The star turns of Alastair Marriott’s new work The Unknown Soldier are Es Devlin’s set and Bruno Poet’s lighting design, and if this had been an installation at Tate Modern, I would have been thrilled by the iridescent colours and the use of shadow. As a multi-media ballet at the Royal Opera House, it is less effective: at times the partially lowered curtain bathed in shimmering streams of rainbow light, or the large screen that descended from above, obscured the back of the stage; even from row C of the Amphitheatre sightlines seemed perilous. Marriott aspires to tell his story from a primarily female perspective, drawing on the recorded words of Florence Billington, who is shown in archive footage projected on the front curtain, and danced by Yasmine Naghdi. The other two named roles are for men; Matthew Ball as Ted Feltham (the soldier), and Leo Dixon as the Telegraph Boy, dressed in a kinky shiny uniform with see-through effect. (more…)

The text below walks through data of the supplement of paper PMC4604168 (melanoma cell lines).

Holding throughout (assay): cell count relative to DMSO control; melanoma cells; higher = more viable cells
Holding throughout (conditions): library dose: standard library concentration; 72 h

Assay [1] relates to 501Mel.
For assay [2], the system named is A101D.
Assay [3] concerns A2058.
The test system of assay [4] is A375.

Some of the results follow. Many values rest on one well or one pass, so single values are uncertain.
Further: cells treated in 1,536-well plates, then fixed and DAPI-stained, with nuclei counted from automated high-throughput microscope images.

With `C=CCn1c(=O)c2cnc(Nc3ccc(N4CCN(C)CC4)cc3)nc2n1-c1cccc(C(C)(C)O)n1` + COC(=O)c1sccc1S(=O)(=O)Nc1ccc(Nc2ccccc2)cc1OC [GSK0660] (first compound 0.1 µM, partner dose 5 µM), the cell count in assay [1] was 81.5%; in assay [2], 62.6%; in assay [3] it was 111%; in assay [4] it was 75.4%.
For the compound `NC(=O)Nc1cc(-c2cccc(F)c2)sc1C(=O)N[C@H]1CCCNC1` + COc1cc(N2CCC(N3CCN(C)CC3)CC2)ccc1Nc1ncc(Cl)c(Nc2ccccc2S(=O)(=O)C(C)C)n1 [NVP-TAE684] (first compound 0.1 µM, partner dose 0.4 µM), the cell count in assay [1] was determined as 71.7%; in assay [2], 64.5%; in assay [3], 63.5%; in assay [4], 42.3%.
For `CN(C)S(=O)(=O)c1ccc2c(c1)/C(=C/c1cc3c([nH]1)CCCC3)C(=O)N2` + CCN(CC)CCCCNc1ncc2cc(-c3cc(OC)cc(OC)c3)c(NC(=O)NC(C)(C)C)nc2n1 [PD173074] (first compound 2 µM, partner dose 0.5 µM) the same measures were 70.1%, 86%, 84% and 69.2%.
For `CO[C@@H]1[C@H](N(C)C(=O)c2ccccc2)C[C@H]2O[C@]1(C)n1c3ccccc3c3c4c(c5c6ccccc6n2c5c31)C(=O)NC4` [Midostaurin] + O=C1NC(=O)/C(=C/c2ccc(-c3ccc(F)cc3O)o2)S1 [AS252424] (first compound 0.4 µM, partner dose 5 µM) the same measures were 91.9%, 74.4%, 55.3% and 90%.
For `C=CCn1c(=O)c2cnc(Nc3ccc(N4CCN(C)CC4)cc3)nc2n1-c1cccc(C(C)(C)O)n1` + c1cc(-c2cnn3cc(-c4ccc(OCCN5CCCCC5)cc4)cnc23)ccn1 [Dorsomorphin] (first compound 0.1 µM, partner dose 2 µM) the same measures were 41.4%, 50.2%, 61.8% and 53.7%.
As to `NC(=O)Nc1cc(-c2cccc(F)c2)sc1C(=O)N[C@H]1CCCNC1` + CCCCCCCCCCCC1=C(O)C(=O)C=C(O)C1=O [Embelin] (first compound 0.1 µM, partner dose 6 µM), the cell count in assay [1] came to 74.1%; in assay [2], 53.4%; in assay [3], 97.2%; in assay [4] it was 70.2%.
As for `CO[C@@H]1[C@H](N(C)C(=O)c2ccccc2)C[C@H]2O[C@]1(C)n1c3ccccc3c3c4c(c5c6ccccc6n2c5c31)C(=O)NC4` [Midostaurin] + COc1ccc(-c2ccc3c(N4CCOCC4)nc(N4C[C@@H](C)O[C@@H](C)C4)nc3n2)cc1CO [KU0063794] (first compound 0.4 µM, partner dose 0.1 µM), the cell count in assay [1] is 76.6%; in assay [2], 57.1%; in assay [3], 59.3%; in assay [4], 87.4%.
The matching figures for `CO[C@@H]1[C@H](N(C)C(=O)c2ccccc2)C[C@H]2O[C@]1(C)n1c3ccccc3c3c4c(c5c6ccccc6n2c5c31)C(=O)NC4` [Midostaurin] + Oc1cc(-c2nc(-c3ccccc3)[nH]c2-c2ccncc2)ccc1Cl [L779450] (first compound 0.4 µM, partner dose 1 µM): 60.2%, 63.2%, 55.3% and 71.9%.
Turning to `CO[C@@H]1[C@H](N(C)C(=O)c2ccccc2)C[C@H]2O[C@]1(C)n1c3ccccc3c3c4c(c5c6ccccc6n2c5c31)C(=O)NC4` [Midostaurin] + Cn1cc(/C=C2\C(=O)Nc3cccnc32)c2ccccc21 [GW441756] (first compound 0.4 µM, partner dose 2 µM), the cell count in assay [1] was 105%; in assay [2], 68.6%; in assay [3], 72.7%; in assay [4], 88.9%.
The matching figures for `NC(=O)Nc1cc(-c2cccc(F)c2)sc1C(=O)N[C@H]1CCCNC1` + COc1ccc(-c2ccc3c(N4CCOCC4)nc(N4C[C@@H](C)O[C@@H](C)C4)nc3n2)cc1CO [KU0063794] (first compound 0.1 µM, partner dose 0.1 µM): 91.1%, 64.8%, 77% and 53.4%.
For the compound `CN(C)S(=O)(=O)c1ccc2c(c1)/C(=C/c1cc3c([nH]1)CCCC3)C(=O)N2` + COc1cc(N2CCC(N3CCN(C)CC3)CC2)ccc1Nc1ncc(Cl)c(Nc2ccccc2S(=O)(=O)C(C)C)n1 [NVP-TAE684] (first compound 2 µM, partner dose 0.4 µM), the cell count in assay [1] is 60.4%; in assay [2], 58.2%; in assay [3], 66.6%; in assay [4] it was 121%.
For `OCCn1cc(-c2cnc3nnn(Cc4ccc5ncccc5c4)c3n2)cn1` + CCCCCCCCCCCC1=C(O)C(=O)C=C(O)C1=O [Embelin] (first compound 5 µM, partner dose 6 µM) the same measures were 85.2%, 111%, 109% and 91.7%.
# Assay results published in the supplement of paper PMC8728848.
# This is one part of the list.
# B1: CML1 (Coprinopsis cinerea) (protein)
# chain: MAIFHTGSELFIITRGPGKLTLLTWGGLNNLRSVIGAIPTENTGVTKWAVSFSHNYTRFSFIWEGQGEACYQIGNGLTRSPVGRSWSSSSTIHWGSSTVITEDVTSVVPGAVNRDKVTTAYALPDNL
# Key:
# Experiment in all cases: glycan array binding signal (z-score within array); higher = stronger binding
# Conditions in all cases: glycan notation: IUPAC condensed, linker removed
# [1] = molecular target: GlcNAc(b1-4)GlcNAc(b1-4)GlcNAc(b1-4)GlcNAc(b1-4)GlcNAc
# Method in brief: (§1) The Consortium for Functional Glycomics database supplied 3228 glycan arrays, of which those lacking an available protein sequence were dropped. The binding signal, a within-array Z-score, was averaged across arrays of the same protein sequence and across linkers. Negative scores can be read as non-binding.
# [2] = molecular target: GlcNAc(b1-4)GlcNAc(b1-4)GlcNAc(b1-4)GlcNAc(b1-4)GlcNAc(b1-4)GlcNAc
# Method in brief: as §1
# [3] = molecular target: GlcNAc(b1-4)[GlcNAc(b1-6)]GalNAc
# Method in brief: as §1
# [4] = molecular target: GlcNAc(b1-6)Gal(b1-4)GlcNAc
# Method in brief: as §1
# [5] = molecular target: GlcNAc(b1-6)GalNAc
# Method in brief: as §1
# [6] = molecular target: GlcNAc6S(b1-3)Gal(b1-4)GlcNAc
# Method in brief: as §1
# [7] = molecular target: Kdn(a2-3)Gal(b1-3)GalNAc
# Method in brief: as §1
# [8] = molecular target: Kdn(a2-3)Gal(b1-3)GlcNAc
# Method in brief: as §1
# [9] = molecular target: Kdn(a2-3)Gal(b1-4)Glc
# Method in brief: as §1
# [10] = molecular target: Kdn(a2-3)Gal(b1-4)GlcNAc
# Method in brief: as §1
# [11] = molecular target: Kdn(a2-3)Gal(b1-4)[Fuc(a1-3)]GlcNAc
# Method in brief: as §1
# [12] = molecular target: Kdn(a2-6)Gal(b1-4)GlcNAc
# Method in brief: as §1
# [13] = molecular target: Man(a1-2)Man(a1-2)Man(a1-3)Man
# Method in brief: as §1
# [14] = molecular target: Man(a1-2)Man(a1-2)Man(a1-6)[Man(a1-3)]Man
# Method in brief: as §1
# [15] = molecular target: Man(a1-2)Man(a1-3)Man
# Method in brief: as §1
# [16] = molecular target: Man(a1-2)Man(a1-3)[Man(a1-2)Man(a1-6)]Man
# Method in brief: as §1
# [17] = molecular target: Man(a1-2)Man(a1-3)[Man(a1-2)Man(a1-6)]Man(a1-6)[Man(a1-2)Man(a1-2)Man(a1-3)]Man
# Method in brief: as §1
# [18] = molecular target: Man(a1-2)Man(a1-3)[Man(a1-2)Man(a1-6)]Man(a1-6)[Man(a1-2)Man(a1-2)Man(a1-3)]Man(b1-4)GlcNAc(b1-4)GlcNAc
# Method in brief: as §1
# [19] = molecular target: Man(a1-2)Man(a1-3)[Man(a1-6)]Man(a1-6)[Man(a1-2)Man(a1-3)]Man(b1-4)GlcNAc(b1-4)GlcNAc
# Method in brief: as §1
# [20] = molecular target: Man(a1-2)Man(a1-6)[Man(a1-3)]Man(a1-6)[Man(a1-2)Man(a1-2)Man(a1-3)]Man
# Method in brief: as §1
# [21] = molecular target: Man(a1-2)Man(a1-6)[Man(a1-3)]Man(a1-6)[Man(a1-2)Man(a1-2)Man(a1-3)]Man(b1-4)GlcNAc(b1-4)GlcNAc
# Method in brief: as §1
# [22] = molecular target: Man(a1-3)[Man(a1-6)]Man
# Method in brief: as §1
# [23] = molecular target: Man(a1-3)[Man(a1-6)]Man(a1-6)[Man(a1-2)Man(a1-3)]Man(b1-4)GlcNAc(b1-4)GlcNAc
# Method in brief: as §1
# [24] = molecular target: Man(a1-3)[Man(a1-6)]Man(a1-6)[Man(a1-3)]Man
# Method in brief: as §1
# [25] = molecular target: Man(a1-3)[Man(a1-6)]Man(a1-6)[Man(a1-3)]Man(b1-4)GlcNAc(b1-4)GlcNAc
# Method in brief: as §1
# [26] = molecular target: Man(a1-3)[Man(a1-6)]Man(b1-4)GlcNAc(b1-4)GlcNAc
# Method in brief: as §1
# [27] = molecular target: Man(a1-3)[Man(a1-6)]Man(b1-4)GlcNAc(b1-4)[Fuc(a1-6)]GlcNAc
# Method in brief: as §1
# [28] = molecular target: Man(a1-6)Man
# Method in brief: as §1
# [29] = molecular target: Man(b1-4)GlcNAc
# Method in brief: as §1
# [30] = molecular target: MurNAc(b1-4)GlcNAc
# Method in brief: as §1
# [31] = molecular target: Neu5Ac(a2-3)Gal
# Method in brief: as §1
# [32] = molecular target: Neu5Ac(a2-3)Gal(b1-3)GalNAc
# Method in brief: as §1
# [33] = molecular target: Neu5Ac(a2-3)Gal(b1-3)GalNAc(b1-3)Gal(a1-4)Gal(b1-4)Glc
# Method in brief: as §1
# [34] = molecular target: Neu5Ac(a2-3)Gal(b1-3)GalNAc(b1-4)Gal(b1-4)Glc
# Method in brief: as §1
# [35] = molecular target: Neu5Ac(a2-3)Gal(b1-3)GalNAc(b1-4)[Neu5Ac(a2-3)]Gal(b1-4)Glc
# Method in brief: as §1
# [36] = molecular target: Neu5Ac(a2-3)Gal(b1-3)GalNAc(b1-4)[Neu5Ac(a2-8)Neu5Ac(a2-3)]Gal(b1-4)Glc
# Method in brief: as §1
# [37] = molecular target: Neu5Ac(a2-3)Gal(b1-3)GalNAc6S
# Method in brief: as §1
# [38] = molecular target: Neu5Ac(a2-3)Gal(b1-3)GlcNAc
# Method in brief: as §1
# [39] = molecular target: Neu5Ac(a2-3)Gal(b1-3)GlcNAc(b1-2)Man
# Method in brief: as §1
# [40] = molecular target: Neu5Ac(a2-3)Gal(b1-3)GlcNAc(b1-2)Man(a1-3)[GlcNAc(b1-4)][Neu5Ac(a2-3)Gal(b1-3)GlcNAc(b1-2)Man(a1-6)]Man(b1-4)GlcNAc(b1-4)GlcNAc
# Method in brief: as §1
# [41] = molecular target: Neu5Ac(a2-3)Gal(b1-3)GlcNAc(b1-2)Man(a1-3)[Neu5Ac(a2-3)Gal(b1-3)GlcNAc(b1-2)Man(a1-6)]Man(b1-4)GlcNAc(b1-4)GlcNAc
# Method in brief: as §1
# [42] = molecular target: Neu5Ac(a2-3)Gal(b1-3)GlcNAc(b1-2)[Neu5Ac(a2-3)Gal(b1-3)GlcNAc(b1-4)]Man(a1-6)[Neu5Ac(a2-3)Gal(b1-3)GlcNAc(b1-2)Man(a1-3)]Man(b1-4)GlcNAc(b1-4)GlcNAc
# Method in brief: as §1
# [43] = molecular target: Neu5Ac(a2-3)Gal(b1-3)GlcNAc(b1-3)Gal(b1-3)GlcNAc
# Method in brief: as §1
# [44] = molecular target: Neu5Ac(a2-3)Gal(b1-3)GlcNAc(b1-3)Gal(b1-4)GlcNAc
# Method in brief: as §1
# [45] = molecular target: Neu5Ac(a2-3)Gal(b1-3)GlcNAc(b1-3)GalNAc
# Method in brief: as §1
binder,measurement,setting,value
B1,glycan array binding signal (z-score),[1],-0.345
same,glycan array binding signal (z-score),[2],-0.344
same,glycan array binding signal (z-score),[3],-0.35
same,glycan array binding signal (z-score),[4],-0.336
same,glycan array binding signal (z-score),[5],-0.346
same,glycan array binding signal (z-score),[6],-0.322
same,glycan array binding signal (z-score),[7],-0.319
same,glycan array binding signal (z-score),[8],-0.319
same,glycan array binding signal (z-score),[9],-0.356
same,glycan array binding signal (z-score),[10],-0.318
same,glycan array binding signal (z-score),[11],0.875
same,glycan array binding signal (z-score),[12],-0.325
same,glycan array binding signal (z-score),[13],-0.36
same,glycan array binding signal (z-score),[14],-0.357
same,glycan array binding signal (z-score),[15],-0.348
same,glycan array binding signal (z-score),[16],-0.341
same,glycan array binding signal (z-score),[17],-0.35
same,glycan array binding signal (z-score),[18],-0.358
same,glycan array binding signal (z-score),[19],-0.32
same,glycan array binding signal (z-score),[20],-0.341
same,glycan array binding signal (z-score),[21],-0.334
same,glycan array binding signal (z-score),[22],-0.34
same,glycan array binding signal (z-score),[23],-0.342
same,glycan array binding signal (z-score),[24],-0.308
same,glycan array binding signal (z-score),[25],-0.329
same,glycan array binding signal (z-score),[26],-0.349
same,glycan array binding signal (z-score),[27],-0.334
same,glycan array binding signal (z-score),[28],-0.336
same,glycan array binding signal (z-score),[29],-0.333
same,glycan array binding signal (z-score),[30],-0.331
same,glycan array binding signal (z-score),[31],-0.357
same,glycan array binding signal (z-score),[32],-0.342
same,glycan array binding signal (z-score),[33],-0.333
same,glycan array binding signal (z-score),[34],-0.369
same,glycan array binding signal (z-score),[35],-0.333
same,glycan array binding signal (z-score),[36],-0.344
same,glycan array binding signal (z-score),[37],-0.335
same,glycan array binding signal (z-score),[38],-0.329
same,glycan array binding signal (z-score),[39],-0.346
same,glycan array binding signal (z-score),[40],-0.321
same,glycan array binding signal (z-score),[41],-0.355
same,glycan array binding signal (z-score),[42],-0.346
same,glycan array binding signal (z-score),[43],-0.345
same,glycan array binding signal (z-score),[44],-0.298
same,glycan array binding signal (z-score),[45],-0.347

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I had seen Peter Wright’s The Nutcracker once in the 1980s, but its performance by the Royal Ballet on Saturday was a revelation to me.   I had completely forgotten how, by beginning and ending the story with Herr Drosselmeyer, Wright gives the action a unity, logic and coherence that is often lacking in this ballet, which can so easily fall into two virtually separate parts.

The conjuring and special effects, above all the magical growing Christmas tree, entranced an audience that was liberally sprinkled with small children, but it was the quality of the dancing and the drama that made this performance a special one. It felt like a new ballet. (more…)